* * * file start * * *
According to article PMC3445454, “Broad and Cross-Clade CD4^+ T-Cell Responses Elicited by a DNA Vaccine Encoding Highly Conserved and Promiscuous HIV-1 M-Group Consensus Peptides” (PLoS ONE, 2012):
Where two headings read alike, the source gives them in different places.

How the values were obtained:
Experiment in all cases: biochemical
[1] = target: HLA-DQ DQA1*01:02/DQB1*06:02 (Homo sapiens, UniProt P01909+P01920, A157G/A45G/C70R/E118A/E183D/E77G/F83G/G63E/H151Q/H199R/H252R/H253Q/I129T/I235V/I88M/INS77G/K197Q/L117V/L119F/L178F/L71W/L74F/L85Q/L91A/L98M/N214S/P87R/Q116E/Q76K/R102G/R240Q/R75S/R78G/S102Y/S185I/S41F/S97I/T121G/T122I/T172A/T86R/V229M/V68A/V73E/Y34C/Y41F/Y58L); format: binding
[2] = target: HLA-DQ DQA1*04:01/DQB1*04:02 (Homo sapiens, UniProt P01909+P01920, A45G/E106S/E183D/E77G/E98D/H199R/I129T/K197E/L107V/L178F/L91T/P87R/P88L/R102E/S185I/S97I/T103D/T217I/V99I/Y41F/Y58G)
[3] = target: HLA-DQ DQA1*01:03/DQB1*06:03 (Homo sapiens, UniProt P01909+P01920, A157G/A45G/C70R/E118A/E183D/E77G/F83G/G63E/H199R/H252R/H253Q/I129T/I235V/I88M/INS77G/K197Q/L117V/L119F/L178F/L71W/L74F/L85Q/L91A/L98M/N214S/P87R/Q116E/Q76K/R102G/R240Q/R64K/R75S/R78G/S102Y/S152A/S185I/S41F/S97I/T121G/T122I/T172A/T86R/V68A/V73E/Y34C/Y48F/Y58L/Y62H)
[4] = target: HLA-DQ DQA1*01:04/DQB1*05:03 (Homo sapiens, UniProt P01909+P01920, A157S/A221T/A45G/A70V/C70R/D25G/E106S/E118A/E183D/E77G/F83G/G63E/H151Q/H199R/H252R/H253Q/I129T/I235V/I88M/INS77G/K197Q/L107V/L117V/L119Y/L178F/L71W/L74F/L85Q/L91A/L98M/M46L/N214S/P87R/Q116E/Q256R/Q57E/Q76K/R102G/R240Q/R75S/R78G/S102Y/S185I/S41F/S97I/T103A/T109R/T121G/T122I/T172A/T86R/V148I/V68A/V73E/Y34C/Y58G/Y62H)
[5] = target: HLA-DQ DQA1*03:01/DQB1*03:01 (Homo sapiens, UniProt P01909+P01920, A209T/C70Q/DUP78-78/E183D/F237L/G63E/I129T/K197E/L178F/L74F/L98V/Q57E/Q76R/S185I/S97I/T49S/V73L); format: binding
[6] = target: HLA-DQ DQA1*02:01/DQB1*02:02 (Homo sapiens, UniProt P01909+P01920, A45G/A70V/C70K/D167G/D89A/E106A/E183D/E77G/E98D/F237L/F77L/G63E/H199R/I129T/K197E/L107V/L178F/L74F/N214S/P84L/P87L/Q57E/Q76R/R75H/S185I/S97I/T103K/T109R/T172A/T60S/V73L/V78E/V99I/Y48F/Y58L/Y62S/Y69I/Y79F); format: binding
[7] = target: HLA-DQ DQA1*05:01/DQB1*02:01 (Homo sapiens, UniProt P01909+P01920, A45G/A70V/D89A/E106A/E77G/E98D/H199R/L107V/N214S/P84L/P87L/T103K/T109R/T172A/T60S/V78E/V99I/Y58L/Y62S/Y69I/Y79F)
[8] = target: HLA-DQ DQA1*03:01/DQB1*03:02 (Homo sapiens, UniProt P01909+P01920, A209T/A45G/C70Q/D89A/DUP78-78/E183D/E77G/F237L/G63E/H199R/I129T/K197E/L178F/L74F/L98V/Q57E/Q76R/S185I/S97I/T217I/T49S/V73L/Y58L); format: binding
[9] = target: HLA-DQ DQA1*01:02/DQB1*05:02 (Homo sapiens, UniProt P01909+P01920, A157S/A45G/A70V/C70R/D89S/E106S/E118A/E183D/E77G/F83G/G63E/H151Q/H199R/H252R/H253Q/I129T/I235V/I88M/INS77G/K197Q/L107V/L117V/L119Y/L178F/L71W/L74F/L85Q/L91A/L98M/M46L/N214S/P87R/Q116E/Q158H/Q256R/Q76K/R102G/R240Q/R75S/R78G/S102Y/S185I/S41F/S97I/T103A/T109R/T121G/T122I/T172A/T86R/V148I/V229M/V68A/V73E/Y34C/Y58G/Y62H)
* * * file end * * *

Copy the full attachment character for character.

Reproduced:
According to article PMC3445454, “Broad and Cross-Clade CD4^+ T-Cell Responses Elicited by a DNA Vaccine Encoding Highly Conserved and Promiscuous HIV-1 M-Group Consensus Peptides” (PLoS ONE, 2012):
Where two headings read alike, the source gives them in different places.

How the values were obtained:
Experiment in all cases: biochemical
[1] = target: HLA-DQ DQA1*01:02/DQB1*06:02 (Homo sapiens, UniProt P01909+P01920, A157G/A45G/C70R/E118A/E183D/E77G/F83G/G63E/H151Q/H199R/H252R/H253Q/I129T/I235V/I88M/INS77G/K197Q/L117V/L119F/L178F/L71W/L74F/L85Q/L91A/L98M/N214S/P87R/Q116E/Q76K/R102G/R240Q/R75S/R78G/S102Y/S185I/S41F/S97I/T121G/T122I/T172A/T86R/V229M/V68A/V73E/Y34C/Y41F/Y58L); format: binding
[2] = target: HLA-DQ DQA1*04:01/DQB1*04:02 (Homo sapiens, UniProt P01909+P01920, A45G/E106S/E183D/E77G/E98D/H199R/I129T/K197E/L107V/L178F/L91T/P87R/P88L/R102E/S185I/S97I/T103D/T217I/V99I/Y41F/Y58G)
[3] = target: HLA-DQ DQA1*01:03/DQB1*06:03 (Homo sapiens, UniProt P01909+P01920, A157G/A45G/C70R/E118A/E183D/E77G/F83G/G63E/H199R/H252R/H253Q/I129T/I235V/I88M/INS77G/K197Q/L117V/L119F/L178F/L71W/L74F/L85Q/L91A/L98M/N214S/P87R/Q116E/Q76K/R102G/R240Q/R64K/R75S/R78G/S102Y/S152A/S185I/S41F/S97I/T121G/T122I/T172A/T86R/V68A/V73E/Y34C/Y48F/Y58L/Y62H)
[4] = target: HLA-DQ DQA1*01:04/DQB1*05:03 (Homo sapiens, UniProt P01909+P01920, A157S/A221T/A45G/A70V/C70R/D25G/E106S/E118A/E183D/E77G/F83G/G63E/H151Q/H199R/H252R/H253Q/I129T/I235V/I88M/INS77G/K197Q/L107V/L117V/L119Y/L178F/L71W/L74F/L85Q/L91A/L98M/M46L/N214S/P87R/Q116E/Q256R/Q57E/Q76K/R102G/R240Q/R75S/R78G/S102Y/S185I/S41F/S97I/T103A/T109R/T121G/T122I/T172A/T86R/V148I/V68A/V73E/Y34C/Y58G/Y62H)
[5] = target: HLA-DQ DQA1*03:01/DQB1*03:01 (Homo sapiens, UniProt P01909+P01920, A209T/C70Q/DUP78-78/E183D/F237L/G63E/I129T/K197E/L178F/L74F/L98V/Q57E/Q76R/S185I/S97I/T49S/V73L); format: binding
[6] = target: HLA-DQ DQA1*02:01/DQB1*02:02 (Homo sapiens, UniProt P01909+P01920, A45G/A70V/C70K/D167G/D89A/E106A/E183D/E77G/E98D/F237L/F77L/G63E/H199R/I129T/K197E/L107V/L178F/L74F/N214S/P84L/P87L/Q57E/Q76R/R75H/S185I/S97I/T103K/T109R/T172A/T60S/V73L/V78E/V99I/Y48F/Y58L/Y62S/Y69I/Y79F); format: binding
[7] = target: HLA-DQ DQA1*05:01/DQB1*02:01 (Homo sapiens, UniProt P01909+P01920, A45G/A70V/D89A/E106A/E77G/E98D/H199R/L107V/N214S/P84L/P87L/T103K/T109R/T172A/T60S/V78E/V99I/Y58L/Y62S/Y69I/Y79F)
[8] = target: HLA-DQ DQA1*03:01/DQB1*03:02 (Homo sapiens, UniProt P01909+P01920, A209T/A45G/C70Q/D89A/DUP78-78/E183D/E77G/F237L/G63E/H199R/I129T/K197E/L178F/L74F/L98V/Q57E/Q76R/S185I/S97I/T217I/T49S/V73L/Y58L); format: binding
[9] = target: HLA-DQ DQA1*01:02/DQB1*05:02 (Homo sapiens, UniProt P01909+P01920, A157S/A45G/A70V/C70R/D89S/E106S/E118A/E183D/E77G/F83G/G63E/H151Q/H199R/H252R/H253Q/I129T/I235V/I88M/INS77G/K197Q/L107V/L117V/L119Y/L178F/L71W/L74F/L85Q/L91A/L98M/M46L/N214S/P87R/Q116E/Q158H/Q256R/Q76K/R102G/R240Q/R75S/R78G/S102Y/S185I/S41F/S97I/T103A/T109R/T121G/T122I/T172A/T86R/V148I/V229M/V68A/V73E/Y34C/Y58G/Y62H)